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The joy of seedlings

The rolling-pin treatment didn't help my beets germinate. But soaking them overnight sure did! Now I have enough plants to eat some as sprouts. With flowering okra, the nail file did the trick: 92% germination, as opposed to 63% with sandpaper. I guess those seeds weren't too old after all.

To see all these babies gave me such a rush, I cleaned out a ziploc bag I'd had in the freezer, of even older seeds: a pink Maltese cross (Lychnis chalcedonica), creamy-white 'Snowdrift' marigold, and a non-trailing nasturtium called 'Peach Melba Superior,' which is soft yellow with maroon blotches. I put them all between damp paper towels for a few days, and then carefully planted the ones that sprouted. The tiny lychnis seeds had grown into the paper towel so far I had to tear the towel away from them with my tweezers, and I must have damaged microscopic feeder hairs on their single new roots. But more lychnis emerged from the soil than marigolds.

Among the beets, damping-off disease has struck, though I thought outdoors the fresh air and sun would prevent it. When some of the seeds sprouted quickly from the soil, but others still had not come up, I used a mister to keep the soil damp (and all this rain helped, too). Then when some of the new sprouts keeled over with that characteristic pinched stem, I cut their cells out of the sixpacks — and the still-blank ones too, giving up on plants belowground in order to save the sturdy early-risers.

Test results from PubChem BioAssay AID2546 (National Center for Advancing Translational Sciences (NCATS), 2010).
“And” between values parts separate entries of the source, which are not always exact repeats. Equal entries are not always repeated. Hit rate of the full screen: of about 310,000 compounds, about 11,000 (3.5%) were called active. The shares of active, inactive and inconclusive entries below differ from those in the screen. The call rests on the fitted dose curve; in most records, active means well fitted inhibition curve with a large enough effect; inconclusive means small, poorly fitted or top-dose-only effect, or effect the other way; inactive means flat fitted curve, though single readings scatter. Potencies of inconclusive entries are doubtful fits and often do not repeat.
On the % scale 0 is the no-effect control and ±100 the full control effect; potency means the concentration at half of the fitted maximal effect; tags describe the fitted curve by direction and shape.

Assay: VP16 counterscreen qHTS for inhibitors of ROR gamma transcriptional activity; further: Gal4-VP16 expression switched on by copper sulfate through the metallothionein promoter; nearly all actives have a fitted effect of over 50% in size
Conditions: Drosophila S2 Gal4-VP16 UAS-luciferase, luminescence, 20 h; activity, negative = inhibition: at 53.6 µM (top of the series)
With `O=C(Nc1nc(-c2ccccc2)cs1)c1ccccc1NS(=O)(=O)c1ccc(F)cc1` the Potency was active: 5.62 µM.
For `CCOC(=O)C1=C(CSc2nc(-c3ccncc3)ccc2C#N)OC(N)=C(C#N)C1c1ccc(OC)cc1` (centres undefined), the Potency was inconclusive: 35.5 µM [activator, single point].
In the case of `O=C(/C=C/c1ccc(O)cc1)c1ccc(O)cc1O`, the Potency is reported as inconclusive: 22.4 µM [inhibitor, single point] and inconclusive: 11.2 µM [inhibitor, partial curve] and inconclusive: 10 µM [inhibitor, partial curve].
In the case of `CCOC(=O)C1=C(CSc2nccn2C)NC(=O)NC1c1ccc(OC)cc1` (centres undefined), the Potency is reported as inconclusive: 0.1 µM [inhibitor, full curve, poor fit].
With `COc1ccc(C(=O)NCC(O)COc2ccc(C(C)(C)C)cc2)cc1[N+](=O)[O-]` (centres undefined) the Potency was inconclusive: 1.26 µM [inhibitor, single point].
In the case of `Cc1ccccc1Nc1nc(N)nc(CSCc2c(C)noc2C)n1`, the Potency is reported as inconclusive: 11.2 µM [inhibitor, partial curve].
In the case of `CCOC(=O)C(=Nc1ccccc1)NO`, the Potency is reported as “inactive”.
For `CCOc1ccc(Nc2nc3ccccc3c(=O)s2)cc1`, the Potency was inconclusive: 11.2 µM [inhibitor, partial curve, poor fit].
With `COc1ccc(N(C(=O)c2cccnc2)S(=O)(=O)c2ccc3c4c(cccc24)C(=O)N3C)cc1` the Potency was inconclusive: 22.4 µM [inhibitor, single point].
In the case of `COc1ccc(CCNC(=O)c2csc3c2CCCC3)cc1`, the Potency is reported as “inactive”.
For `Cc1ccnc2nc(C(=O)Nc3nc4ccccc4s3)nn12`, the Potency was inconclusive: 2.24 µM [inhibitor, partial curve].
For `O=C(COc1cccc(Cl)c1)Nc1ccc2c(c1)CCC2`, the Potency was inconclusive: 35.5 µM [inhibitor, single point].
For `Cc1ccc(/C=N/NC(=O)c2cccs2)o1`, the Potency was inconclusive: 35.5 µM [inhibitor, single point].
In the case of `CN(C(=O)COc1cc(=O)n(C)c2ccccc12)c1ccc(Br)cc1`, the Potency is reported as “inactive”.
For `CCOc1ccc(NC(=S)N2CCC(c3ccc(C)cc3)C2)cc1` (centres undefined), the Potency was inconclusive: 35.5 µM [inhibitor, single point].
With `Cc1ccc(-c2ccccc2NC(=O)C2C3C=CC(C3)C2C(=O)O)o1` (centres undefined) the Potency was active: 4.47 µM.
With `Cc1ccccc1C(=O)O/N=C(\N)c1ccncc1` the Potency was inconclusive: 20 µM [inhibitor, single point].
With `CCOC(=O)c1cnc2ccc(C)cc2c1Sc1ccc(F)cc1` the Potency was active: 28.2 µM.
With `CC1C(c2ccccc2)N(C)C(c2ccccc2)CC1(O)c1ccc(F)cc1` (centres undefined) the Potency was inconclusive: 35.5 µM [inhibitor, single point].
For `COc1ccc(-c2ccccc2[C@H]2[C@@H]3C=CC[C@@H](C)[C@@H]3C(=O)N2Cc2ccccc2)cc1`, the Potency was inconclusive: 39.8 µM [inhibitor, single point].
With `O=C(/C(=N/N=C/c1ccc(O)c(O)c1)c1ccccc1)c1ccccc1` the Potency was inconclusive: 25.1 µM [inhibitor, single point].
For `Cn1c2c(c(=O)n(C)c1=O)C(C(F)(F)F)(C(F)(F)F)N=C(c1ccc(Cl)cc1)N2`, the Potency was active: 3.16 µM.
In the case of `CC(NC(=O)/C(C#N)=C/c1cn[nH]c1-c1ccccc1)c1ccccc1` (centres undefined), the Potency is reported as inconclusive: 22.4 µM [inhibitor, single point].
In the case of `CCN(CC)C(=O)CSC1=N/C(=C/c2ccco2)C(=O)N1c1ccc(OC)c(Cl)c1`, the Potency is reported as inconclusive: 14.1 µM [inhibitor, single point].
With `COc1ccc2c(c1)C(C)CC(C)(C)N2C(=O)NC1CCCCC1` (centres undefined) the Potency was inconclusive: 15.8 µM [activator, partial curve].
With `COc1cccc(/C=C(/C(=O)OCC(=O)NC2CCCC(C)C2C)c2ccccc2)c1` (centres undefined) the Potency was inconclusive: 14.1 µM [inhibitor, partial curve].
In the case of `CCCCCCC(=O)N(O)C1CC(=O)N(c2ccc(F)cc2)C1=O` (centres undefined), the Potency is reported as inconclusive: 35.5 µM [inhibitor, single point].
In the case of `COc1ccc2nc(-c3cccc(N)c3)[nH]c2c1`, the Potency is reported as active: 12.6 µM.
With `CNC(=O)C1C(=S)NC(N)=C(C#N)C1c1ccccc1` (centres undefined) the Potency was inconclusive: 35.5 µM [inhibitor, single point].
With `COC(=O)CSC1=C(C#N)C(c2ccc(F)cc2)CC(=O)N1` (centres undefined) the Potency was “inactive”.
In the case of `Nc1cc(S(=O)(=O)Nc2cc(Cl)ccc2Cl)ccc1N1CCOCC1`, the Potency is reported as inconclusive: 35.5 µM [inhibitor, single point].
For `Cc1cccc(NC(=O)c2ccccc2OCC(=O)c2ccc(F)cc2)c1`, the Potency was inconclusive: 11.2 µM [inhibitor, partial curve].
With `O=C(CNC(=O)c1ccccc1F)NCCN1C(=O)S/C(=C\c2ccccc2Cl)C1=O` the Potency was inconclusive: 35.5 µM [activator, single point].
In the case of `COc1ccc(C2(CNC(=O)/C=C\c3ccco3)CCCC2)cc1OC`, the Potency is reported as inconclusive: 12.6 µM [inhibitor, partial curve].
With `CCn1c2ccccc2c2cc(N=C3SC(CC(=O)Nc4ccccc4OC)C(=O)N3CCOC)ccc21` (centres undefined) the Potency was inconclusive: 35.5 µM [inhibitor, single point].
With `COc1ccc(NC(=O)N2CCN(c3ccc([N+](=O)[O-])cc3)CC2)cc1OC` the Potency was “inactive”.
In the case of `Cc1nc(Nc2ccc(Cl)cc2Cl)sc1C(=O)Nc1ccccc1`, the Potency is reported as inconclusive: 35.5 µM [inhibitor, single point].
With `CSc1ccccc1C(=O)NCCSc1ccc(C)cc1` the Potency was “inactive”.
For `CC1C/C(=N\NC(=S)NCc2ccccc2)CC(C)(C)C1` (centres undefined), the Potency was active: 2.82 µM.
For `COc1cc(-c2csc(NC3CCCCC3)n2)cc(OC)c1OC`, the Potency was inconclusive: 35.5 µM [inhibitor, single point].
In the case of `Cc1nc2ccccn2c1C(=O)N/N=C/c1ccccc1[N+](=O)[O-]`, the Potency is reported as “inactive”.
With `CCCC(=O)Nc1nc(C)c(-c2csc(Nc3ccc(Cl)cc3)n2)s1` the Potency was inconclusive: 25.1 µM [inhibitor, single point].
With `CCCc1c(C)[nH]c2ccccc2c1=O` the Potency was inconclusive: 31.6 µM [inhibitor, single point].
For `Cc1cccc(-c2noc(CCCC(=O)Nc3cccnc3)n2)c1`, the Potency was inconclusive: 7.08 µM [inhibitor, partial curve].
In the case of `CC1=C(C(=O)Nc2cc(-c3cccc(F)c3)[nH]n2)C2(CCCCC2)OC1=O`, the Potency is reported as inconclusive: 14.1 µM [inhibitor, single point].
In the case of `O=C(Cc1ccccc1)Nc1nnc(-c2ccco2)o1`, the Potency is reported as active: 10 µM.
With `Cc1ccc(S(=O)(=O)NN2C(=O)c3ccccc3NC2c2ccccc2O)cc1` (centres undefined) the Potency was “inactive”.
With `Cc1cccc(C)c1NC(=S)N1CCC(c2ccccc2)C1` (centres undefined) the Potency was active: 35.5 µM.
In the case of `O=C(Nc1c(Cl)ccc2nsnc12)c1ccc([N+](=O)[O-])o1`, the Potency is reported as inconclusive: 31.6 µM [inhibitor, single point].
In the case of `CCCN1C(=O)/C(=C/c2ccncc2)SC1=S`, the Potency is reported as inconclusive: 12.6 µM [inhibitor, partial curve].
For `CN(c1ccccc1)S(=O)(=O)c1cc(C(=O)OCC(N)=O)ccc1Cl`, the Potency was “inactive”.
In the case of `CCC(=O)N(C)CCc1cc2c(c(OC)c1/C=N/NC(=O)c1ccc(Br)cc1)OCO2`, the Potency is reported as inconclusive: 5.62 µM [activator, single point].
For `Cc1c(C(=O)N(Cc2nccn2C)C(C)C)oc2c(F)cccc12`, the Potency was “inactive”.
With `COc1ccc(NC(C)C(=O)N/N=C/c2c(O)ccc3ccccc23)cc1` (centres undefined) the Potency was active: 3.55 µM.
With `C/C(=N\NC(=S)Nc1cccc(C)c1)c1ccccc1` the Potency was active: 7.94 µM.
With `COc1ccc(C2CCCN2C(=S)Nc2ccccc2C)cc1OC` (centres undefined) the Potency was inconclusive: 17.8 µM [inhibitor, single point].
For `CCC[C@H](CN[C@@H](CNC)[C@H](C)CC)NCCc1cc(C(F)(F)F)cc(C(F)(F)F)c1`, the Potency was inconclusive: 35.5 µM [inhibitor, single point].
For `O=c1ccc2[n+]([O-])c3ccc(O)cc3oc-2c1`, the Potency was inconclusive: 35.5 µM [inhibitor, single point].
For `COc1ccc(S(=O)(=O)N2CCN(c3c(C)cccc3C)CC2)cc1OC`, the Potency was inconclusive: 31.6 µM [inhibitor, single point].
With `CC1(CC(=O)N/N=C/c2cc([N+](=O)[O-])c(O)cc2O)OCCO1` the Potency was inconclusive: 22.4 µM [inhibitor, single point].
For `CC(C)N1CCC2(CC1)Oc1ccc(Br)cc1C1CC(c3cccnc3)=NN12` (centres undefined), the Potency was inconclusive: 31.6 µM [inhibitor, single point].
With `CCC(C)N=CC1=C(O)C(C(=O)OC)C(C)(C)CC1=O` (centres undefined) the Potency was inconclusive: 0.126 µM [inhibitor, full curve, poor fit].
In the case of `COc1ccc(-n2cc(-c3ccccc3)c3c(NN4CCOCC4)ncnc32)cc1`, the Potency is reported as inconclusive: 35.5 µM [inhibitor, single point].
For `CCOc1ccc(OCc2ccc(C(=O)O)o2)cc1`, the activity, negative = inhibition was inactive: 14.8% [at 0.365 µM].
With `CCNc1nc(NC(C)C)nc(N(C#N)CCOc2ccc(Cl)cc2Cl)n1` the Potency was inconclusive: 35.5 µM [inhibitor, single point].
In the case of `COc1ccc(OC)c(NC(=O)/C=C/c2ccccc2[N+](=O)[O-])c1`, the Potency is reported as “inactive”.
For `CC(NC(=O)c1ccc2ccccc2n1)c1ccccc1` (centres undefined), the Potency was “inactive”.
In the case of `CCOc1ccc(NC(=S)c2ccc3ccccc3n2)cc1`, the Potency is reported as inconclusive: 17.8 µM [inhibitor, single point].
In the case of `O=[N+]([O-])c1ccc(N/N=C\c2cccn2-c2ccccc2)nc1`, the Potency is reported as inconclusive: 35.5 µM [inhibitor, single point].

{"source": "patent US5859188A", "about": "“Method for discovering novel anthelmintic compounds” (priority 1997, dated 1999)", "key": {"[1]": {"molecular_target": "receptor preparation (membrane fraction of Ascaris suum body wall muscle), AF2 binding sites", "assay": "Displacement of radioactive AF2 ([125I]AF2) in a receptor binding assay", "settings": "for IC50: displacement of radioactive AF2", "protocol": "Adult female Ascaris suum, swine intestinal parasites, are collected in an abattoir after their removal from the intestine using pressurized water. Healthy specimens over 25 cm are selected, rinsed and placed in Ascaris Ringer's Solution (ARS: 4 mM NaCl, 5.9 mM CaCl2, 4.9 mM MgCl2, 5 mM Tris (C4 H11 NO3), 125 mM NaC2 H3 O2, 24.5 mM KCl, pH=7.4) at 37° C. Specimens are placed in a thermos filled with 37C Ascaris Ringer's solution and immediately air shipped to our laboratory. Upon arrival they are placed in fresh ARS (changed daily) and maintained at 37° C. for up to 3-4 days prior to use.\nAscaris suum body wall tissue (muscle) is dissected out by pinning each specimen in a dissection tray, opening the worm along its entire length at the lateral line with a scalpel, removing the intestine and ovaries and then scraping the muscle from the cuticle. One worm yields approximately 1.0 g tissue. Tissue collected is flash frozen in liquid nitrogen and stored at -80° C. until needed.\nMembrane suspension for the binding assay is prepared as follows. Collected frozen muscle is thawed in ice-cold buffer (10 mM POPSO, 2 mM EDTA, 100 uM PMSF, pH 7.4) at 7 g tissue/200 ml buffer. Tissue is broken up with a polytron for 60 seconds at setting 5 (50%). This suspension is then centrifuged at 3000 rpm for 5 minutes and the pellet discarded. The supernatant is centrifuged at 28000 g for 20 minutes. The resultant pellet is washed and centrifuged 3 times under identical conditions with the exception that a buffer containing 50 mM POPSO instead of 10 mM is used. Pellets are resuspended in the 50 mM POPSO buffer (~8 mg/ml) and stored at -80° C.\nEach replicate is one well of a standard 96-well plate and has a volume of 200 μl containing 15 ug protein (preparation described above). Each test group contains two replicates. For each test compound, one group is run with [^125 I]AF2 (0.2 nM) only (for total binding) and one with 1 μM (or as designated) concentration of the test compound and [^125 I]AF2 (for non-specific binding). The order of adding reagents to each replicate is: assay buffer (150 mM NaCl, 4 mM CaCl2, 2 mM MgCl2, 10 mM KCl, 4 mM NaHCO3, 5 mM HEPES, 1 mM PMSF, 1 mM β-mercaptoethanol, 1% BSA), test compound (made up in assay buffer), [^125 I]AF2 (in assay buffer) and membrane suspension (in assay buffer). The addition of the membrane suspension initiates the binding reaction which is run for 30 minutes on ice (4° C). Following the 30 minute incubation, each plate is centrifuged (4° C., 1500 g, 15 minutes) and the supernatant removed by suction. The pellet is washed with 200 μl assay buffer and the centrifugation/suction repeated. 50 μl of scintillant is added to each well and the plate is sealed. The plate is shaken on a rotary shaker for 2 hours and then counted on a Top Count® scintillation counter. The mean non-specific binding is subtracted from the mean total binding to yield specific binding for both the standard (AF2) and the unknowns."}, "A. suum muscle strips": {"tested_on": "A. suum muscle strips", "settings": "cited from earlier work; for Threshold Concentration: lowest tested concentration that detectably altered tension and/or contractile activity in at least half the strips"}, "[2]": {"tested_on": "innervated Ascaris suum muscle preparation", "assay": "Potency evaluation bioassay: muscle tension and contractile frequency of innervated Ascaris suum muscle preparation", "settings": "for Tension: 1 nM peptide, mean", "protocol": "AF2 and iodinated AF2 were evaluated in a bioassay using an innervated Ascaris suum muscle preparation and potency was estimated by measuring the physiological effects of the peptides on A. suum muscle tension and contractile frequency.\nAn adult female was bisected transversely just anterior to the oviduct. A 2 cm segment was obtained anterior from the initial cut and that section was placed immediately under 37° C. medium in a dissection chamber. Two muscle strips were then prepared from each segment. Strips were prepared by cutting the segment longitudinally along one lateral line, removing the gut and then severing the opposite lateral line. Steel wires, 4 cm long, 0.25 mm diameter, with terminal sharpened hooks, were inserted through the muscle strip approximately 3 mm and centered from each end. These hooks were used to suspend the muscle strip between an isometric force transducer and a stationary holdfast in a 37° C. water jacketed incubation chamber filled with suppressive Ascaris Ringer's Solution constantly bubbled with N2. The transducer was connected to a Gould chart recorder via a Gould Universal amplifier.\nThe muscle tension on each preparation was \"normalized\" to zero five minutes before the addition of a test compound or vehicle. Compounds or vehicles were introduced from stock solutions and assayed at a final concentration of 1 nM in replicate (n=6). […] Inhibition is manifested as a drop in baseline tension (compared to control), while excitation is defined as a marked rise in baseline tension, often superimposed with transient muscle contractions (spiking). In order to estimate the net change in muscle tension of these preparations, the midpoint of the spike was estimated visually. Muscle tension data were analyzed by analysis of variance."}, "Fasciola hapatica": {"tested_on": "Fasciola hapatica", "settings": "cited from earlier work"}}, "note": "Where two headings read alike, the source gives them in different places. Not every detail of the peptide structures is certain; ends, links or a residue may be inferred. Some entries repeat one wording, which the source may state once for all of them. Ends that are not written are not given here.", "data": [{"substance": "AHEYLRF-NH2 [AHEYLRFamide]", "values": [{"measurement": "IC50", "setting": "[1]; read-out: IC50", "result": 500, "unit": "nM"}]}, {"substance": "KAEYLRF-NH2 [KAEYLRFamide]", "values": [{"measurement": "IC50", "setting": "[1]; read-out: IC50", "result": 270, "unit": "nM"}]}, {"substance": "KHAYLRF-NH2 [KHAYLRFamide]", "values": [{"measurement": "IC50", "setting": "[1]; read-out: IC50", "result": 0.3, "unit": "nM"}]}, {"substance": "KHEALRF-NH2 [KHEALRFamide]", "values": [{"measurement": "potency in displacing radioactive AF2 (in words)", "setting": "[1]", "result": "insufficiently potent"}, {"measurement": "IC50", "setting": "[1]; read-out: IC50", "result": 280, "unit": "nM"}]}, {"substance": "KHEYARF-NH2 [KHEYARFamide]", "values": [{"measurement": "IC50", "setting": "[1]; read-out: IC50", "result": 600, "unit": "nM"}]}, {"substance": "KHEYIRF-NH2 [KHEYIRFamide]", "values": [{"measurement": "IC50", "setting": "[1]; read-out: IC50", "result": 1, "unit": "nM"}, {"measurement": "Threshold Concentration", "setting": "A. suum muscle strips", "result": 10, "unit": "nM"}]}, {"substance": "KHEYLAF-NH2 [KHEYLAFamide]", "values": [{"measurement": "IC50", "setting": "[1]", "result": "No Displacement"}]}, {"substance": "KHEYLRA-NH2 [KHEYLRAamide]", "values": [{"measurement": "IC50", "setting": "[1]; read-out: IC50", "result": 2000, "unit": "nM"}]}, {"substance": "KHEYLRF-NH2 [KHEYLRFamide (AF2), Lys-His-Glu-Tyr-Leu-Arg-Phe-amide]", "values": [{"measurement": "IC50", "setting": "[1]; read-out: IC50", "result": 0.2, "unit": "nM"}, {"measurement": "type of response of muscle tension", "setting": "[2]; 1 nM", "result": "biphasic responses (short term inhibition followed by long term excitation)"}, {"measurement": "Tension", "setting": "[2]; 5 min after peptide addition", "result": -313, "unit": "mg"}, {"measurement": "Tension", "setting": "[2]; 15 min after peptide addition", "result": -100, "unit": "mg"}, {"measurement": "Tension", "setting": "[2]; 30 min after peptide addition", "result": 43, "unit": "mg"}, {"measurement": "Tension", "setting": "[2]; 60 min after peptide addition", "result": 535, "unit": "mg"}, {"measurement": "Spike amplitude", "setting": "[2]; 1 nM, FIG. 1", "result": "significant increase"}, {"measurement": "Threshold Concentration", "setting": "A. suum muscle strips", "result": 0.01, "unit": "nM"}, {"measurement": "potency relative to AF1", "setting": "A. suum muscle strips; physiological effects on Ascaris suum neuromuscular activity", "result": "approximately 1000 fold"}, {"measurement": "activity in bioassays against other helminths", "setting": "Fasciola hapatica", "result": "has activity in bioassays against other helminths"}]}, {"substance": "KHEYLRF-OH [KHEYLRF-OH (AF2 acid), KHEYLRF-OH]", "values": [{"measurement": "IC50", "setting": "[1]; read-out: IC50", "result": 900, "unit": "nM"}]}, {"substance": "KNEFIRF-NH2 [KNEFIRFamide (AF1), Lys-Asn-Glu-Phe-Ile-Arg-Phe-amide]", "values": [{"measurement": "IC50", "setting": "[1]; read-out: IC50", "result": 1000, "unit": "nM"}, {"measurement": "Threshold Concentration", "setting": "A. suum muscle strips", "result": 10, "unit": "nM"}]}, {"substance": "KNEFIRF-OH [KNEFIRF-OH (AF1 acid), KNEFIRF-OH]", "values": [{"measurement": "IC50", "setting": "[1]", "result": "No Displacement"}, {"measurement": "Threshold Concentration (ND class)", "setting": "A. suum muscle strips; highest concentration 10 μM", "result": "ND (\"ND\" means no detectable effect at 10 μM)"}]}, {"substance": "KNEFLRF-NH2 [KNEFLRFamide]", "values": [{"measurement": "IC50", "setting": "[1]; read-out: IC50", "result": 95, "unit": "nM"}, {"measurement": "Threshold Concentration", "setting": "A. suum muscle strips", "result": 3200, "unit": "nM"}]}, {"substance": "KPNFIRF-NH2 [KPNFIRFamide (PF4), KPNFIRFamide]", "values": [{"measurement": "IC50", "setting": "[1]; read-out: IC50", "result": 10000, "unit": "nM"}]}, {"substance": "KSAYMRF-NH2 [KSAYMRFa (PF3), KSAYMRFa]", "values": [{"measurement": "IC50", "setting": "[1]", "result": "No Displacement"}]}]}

But I'm happy with whatever grows. And so far, it's so much! Trays of seedlings crowd the porch. I feel wealthy. Also captivated: the drama of life rising in such tiny things ... fills me with wonder. Right outside my kitchen door, so much is happening.

The beets have crimson stems so bright they look illuminated from within; this color grows into the veins of the leaves, which are otherwise a sharply contrasting bright green. The nasturtium sprouts start off a maroon so dark it's hard to see them against the soil; such a different kind of red! As the three-lobed cotyledons open, their amazing color takes on blue, and then green hues too. These nasturtium sprouts are husky, growing fast. The lychnis are so tiny I feel like holding my breath.

I walk out there twenty times a day, to watch all this.


Photo by C.H. Clark - 26 June: The claytonia has bolted; behind it the first crop of beet greens are getting tall. Some malva in pots need bigger ones; and seedlings galore are coming along.


Text and photos © Copyright 2006 Catherine Holmes Clark

Published in the six Nashoba Publications papers on Friday, 16 June 2006

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